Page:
Priorities at the meeting were reportedly set in the ICANN version of the Twilight Zone. While long-winded (and palpably boring) monologues restating existing positions on squeezing money out of new gTLDs took most of an afternoon, truly important issues like IPv6 reportedly got barely five minutes.
One correspondent expressed to me his belief that the complicated (and still incomplete in key respects) ICANN procedures would likely keep us from being flooded with millions of new gTLDs overnight -- but implied (and I agree with this part completely) that voluminous and expensive litigation by particularly aggressive and militant applicants could result in literally any outcomes, however bizarre and disruptive to the Internet and its users -- and the world at large -- those outcomes may be. I would add that this particular correspondent took a much more upbeat stance in a public posting on a major mailing list today -- leaving out most of the strong misgivings and concerns that they expressed to me in private e-mail. I don't care to speculate on the reasons for this discrepancy.
I was also blamed indirectly for the problems. Participants in Paris who bemoaned the current state of affairs regarding ICANN apparently expressed some exasperation that interested parties (such as myself) -- who are concerned about genuinely important Internet issues -- haven't actively participated in the ICANN process, attended the meetings, and otherwise tried to alter the existing ICANN trajectory into a sensible course.
Outside of the fact that many persons -- including me -- don't have the resources to fly around the world to frequently exotic ICANN meeting locales (at this stage, paying for gas just to get around L.A. is a concern), there is another key factor at work.
With truly the greatest of respect for ICANN's hard-working people, I still would suggest that many observers of ICANN feel that its structural processes are broken in ways that cannot be significantly influenced by persons with contrarian views vs. ICANN's existing modus operandi.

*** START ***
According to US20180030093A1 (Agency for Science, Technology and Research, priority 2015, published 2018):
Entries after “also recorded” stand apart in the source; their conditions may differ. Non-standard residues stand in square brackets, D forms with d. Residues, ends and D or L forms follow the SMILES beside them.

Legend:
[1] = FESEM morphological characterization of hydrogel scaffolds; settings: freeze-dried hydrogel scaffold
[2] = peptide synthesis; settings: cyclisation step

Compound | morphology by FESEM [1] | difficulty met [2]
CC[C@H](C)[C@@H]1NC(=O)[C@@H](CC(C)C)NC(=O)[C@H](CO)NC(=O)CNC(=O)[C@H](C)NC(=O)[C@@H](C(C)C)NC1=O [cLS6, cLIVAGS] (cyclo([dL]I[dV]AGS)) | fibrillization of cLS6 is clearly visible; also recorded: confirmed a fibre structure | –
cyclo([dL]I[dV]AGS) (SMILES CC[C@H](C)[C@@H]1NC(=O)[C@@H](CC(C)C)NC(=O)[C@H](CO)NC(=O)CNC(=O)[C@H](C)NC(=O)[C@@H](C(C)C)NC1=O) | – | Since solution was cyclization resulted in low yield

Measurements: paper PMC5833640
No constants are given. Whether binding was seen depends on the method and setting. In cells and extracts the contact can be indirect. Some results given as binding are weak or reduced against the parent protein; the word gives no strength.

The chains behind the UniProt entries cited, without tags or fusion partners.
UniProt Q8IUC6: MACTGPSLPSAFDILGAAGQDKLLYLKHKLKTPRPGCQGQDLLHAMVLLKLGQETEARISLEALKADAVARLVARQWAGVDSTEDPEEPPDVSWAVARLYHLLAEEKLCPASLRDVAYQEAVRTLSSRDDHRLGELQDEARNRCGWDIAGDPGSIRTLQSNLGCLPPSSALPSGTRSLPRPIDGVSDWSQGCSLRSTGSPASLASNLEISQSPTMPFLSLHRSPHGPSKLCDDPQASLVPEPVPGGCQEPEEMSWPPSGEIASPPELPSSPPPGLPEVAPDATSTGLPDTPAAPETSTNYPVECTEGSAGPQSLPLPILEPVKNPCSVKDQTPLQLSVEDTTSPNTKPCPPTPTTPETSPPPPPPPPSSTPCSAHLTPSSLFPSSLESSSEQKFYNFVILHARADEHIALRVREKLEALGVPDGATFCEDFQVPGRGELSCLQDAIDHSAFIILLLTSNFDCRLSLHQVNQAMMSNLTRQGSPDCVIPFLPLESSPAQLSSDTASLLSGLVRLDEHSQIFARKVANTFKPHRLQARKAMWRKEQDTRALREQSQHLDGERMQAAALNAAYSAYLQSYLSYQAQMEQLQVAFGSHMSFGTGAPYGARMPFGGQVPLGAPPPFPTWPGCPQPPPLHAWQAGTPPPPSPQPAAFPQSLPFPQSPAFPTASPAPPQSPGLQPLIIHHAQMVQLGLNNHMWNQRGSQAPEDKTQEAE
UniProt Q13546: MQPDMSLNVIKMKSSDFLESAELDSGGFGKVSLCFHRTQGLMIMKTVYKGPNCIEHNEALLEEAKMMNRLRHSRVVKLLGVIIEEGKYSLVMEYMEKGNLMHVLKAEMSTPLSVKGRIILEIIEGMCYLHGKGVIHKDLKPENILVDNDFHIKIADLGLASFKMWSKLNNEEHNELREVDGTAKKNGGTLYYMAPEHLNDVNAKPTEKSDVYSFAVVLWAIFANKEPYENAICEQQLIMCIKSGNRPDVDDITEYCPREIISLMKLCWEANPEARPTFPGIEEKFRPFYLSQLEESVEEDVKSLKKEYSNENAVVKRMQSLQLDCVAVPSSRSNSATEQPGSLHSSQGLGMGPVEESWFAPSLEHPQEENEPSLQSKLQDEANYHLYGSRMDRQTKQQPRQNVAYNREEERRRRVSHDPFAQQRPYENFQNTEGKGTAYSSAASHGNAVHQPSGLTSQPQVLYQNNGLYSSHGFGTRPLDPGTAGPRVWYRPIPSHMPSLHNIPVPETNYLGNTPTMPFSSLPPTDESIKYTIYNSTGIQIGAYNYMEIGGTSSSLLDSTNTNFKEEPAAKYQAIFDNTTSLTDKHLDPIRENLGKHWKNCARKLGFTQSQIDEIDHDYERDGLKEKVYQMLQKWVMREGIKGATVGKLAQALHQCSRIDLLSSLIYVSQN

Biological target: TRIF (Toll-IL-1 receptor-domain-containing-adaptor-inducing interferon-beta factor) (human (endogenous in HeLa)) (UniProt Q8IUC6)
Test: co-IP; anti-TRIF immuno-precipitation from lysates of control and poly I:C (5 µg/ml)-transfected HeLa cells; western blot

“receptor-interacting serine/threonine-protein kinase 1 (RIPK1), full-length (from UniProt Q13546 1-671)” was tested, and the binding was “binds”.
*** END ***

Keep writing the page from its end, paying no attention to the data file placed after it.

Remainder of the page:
Many of us believe that a dramatic change in "Internet governance" is long overdue, and that this cannot be accomplished within the existing structure of ICANN, despite ICANN's best efforts. Such a belief does not engender an obvious enthusiasm for spinning wheels and fighting battles whose outcomes are usually predetermined.
However, I do have a few ideas for useful new gTLDs. How about:
When the most accurate way to predict the outcome of controversial Internet technical issues is to employ the maxim "Follow the Money!" -- well, to call it a sad state of affairs is a supreme understatement.
Greetings. With all of the high-priority issues we face today regarding the Internet --like assuring network neutrality, or even getting decent Internet services to the 80% of the world's population that doesn't have them now -- it's distressing to see that ICANN is poised tomorrow to potentially trigger a confusing and likely highly litigious, wasteful, and disruptive land grab in new global top-level domain names (gTLDs).